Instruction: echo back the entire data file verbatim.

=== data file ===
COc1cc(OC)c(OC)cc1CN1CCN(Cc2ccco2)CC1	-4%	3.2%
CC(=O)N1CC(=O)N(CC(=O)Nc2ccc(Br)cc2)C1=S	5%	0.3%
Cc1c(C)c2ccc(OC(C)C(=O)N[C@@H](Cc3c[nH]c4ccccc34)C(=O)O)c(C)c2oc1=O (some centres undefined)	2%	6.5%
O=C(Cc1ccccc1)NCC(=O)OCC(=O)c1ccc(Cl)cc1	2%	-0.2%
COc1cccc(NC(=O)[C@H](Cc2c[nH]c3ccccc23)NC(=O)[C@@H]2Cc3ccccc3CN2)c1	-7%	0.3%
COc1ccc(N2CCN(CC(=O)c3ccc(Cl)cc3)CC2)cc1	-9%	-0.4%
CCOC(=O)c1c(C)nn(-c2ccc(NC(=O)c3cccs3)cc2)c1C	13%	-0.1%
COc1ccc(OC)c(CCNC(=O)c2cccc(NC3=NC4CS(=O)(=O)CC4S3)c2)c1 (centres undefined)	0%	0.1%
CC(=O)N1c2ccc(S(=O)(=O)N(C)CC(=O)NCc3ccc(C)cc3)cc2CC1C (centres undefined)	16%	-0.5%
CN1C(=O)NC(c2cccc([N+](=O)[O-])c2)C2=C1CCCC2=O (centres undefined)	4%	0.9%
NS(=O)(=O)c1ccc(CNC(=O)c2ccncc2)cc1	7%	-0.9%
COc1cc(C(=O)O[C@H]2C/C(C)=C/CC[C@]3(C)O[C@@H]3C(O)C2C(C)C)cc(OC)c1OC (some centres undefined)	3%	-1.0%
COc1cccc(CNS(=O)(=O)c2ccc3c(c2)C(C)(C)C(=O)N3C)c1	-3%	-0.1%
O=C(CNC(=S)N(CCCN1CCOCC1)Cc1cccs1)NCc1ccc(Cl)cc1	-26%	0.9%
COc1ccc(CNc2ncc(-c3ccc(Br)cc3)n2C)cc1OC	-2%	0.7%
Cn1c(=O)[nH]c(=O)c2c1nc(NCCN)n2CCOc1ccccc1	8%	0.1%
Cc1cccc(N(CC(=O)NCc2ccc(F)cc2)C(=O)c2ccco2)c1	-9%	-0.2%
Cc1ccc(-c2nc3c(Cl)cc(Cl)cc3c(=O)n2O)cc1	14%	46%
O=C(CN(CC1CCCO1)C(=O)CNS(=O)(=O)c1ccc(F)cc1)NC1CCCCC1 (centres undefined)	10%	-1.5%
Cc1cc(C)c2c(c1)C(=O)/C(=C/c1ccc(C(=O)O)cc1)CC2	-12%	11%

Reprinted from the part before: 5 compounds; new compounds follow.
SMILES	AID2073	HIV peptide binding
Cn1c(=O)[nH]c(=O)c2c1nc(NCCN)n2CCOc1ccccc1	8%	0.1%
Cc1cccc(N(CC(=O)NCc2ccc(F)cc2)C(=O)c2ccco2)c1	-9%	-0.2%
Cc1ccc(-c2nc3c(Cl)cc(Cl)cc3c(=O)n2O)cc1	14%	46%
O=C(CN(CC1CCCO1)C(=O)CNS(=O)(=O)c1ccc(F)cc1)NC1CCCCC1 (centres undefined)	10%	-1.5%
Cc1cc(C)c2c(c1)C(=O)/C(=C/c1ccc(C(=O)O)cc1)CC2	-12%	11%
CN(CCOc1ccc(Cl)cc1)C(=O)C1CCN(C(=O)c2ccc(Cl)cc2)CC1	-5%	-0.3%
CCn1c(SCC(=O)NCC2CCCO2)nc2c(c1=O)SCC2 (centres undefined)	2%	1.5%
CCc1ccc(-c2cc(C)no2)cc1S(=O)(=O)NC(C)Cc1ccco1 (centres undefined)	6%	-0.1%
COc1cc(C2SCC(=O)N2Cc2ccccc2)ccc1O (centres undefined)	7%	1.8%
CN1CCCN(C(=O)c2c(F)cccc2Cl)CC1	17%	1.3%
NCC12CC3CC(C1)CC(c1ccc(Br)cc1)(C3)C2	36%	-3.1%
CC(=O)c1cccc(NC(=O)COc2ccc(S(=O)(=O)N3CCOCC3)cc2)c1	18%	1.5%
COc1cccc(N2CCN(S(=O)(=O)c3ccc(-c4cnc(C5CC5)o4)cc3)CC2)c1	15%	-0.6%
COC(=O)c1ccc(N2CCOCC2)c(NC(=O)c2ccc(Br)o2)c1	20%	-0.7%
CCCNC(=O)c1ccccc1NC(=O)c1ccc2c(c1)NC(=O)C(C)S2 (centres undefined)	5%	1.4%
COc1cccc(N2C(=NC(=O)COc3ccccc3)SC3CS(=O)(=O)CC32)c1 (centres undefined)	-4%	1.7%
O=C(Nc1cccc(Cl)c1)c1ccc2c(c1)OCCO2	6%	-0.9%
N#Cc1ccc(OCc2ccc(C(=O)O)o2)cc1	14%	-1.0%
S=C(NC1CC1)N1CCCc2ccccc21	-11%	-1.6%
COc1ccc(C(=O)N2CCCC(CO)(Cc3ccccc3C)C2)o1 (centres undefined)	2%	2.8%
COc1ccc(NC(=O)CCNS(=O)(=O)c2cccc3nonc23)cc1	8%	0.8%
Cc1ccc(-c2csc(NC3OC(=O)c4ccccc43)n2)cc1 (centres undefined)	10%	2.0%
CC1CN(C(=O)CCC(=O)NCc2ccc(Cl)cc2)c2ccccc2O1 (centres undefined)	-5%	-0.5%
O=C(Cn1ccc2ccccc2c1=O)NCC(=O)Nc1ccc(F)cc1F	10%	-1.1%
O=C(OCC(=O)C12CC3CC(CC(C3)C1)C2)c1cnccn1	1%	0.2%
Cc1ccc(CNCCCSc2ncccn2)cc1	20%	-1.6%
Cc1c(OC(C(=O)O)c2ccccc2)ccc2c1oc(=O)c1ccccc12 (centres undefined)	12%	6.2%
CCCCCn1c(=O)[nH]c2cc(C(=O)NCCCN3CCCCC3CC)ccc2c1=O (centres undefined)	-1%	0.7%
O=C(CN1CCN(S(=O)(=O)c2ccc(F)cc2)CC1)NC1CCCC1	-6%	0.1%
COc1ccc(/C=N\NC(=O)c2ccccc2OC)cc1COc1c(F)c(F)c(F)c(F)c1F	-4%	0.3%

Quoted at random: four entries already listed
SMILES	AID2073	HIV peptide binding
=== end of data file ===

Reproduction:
COc1cc(OC)c(OC)cc1CN1CCN(Cc2ccco2)CC1	-4%	3.2%
CC(=O)N1CC(=O)N(CC(=O)Nc2ccc(Br)cc2)C1=S	5%	0.3%
Cc1c(C)c2ccc(OC(C)C(=O)N[C@@H](Cc3c[nH]c4ccccc34)C(=O)O)c(C)c2oc1=O (some centres undefined)	2%	6.5%
O=C(Cc1ccccc1)NCC(=O)OCC(=O)c1ccc(Cl)cc1	2%	-0.2%
COc1cccc(NC(=O)[C@H](Cc2c[nH]c3ccccc23)NC(=O)[C@@H]2Cc3ccccc3CN2)c1	-7%	0.3%
COc1ccc(N2CCN(CC(=O)c3ccc(Cl)cc3)CC2)cc1	-9%	-0.4%
CCOC(=O)c1c(C)nn(-c2ccc(NC(=O)c3cccs3)cc2)c1C	13%	-0.1%
COc1ccc(OC)c(CCNC(=O)c2cccc(NC3=NC4CS(=O)(=O)CC4S3)c2)c1 (centres undefined)	0%	0.1%
CC(=O)N1c2ccc(S(=O)(=O)N(C)CC(=O)NCc3ccc(C)cc3)cc2CC1C (centres undefined)	16%	-0.5%
CN1C(=O)NC(c2cccc([N+](=O)[O-])c2)C2=C1CCCC2=O (centres undefined)	4%	0.9%
NS(=O)(=O)c1ccc(CNC(=O)c2ccncc2)cc1	7%	-0.9%
COc1cc(C(=O)O[C@H]2C/C(C)=C/CC[C@]3(C)O[C@@H]3C(O)C2C(C)C)cc(OC)c1OC (some centres undefined)	3%	-1.0%
COc1cccc(CNS(=O)(=O)c2ccc3c(c2)C(C)(C)C(=O)N3C)c1	-3%	-0.1%
O=C(CNC(=S)N(CCCN1CCOCC1)Cc1cccs1)NCc1ccc(Cl)cc1	-26%	0.9%
COc1ccc(CNc2ncc(-c3ccc(Br)cc3)n2C)cc1OC	-2%	0.7%
Cn1c(=O)[nH]c(=O)c2c1nc(NCCN)n2CCOc1ccccc1	8%	0.1%
Cc1cccc(N(CC(=O)NCc2ccc(F)cc2)C(=O)c2ccco2)c1	-9%	-0.2%
Cc1ccc(-c2nc3c(Cl)cc(Cl)cc3c(=O)n2O)cc1	14%	46%
O=C(CN(CC1CCCO1)C(=O)CNS(=O)(=O)c1ccc(F)cc1)NC1CCCCC1 (centres undefined)	10%	-1.5%
Cc1cc(C)c2c(c1)C(=O)/C(=C/c1ccc(C(=O)O)cc1)CC2	-12%	11%

Reprinted from the part before: 5 compounds; new compounds follow.
SMILES	AID2073	HIV peptide binding
Cn1c(=O)[nH]c(=O)c2c1nc(NCCN)n2CCOc1ccccc1	8%	0.1%
Cc1cccc(N(CC(=O)NCc2ccc(F)cc2)C(=O)c2ccco2)c1	-9%	-0.2%
Cc1ccc(-c2nc3c(Cl)cc(Cl)cc3c(=O)n2O)cc1	14%	46%
O=C(CN(CC1CCCO1)C(=O)CNS(=O)(=O)c1ccc(F)cc1)NC1CCCCC1 (centres undefined)	10%	-1.5%
Cc1cc(C)c2c(c1)C(=O)/C(=C/c1ccc(C(=O)O)cc1)CC2	-12%	11%
CN(CCOc1ccc(Cl)cc1)C(=O)C1CCN(C(=O)c2ccc(Cl)cc2)CC1	-5%	-0.3%
CCn1c(SCC(=O)NCC2CCCO2)nc2c(c1=O)SCC2 (centres undefined)	2%	1.5%
CCc1ccc(-c2cc(C)no2)cc1S(=O)(=O)NC(C)Cc1ccco1 (centres undefined)	6%	-0.1%
COc1cc(C2SCC(=O)N2Cc2ccccc2)ccc1O (centres undefined)	7%	1.8%
CN1CCCN(C(=O)c2c(F)cccc2Cl)CC1	17%	1.3%
NCC12CC3CC(C1)CC(c1ccc(Br)cc1)(C3)C2	36%	-3.1%
CC(=O)c1cccc(NC(=O)COc2ccc(S(=O)(=O)N3CCOCC3)cc2)c1	18%	1.5%
COc1cccc(N2CCN(S(=O)(=O)c3ccc(-c4cnc(C5CC5)o4)cc3)CC2)c1	15%	-0.6%
COC(=O)c1ccc(N2CCOCC2)c(NC(=O)c2ccc(Br)o2)c1	20%	-0.7%
CCCNC(=O)c1ccccc1NC(=O)c1ccc2c(c1)NC(=O)C(C)S2 (centres undefined)	5%	1.4%
COc1cccc(N2C(=NC(=O)COc3ccccc3)SC3CS(=O)(=O)CC32)c1 (centres undefined)	-4%	1.7%
O=C(Nc1cccc(Cl)c1)c1ccc2c(c1)OCCO2	6%	-0.9%
N#Cc1ccc(OCc2ccc(C(=O)O)o2)cc1	14%	-1.0%
S=C(NC1CC1)N1CCCc2ccccc21	-11%	-1.6%
COc1ccc(C(=O)N2CCCC(CO)(Cc3ccccc3C)C2)o1 (centres undefined)	2%	2.8%
COc1ccc(NC(=O)CCNS(=O)(=O)c2cccc3nonc23)cc1	8%	0.8%
Cc1ccc(-c2csc(NC3OC(=O)c4ccccc43)n2)cc1 (centres undefined)	10%	2.0%
CC1CN(C(=O)CCC(=O)NCc2ccc(Cl)cc2)c2ccccc2O1 (centres undefined)	-5%	-0.5%
O=C(Cn1ccc2ccccc2c1=O)NCC(=O)Nc1ccc(F)cc1F	10%	-1.1%
O=C(OCC(=O)C12CC3CC(CC(C3)C1)C2)c1cnccn1	1%	0.2%
Cc1ccc(CNCCCSc2ncccn2)cc1	20%	-1.6%
Cc1c(OC(C(=O)O)c2ccccc2)ccc2c1oc(=O)c1ccccc12 (centres undefined)	12%	6.2%
CCCCCn1c(=O)[nH]c2cc(C(=O)NCCCN3CCCCC3CC)ccc2c1=O (centres undefined)	-1%	0.7%
O=C(CN1CCN(S(=O)(=O)c2ccc(F)cc2)CC1)NC1CCCC1	-6%	0.1%
COc1ccc(/C=N\NC(=O)c2ccccc2OC)cc1COc1c(F)c(F)c(F)c(F)c1F	-4%	0.3%

Quoted at random: four entries already listed
SMILES	AID2073	HIV peptide binding